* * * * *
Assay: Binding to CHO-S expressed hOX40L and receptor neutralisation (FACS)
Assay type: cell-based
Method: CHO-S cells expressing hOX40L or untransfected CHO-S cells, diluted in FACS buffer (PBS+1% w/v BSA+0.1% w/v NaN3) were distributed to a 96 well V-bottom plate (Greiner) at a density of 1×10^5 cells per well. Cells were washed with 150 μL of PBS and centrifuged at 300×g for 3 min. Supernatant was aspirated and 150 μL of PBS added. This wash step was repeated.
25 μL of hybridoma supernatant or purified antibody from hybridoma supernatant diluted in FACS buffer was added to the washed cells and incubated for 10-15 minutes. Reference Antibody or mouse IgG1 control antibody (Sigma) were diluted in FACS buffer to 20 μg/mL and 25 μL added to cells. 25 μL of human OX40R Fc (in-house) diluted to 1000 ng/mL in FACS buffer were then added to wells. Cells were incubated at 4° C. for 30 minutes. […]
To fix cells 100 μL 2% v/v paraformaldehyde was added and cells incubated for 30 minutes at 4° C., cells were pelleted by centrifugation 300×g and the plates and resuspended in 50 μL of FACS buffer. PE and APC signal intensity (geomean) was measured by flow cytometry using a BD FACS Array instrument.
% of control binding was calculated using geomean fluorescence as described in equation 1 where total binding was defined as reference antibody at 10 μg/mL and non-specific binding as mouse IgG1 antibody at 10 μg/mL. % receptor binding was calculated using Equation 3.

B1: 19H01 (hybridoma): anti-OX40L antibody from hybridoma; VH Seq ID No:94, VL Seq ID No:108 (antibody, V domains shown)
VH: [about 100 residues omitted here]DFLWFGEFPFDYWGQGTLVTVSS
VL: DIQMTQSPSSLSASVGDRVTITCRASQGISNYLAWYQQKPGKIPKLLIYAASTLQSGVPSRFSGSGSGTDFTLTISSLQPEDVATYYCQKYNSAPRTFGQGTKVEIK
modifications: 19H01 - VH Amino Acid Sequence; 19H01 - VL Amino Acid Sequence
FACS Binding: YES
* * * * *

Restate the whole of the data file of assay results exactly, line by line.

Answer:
Assay: Binding to CHO-S expressed hOX40L and receptor neutralisation (FACS)
Assay type: cell-based
Method: CHO-S cells expressing hOX40L or untransfected CHO-S cells, diluted in FACS buffer (PBS+1% w/v BSA+0.1% w/v NaN3) were distributed to a 96 well V-bottom plate (Greiner) at a density of 1×10^5 cells per well. Cells were washed with 150 μL of PBS and centrifuged at 300×g for 3 min. Supernatant was aspirated and 150 μL of PBS added. This wash step was repeated.
25 μL of hybridoma supernatant or purified antibody from hybridoma supernatant diluted in FACS buffer was added to the washed cells and incubated for 10-15 minutes. Reference Antibody or mouse IgG1 control antibody (Sigma) were diluted in FACS buffer to 20 μg/mL and 25 μL added to cells. 25 μL of human OX40R Fc (in-house) diluted to 1000 ng/mL in FACS buffer were then added to wells. Cells were incubated at 4° C. for 30 minutes. […]
To fix cells 100 μL 2% v/v paraformaldehyde was added and cells incubated for 30 minutes at 4° C., cells were pelleted by centrifugation 300×g and the plates and resuspended in 50 μL of FACS buffer. PE and APC signal intensity (geomean) was measured by flow cytometry using a BD FACS Array instrument.
% of control binding was calculated using geomean fluorescence as described in equation 1 where total binding was defined as reference antibody at 10 μg/mL and non-specific binding as mouse IgG1 antibody at 10 μg/mL. % receptor binding was calculated using Equation 3.

B1: 19H01 (hybridoma): anti-OX40L antibody from hybridoma; VH Seq ID No:94, VL Seq ID No:108 (antibody, V domains shown)
VH: [about 100 residues omitted here]DFLWFGEFPFDYWGQGTLVTVSS
VL: DIQMTQSPSSLSASVGDRVTITCRASQGISNYLAWYQQKPGKIPKLLIYAASTLQSGVPSRFSGSGSGTDFTLTISSLQPEDVATYYCQKYNSAPRTFGQGTKVEIK
modifications: 19H01 - VH Amino Acid Sequence; 19H01 - VL Amino Acid Sequence
FACS Binding: YES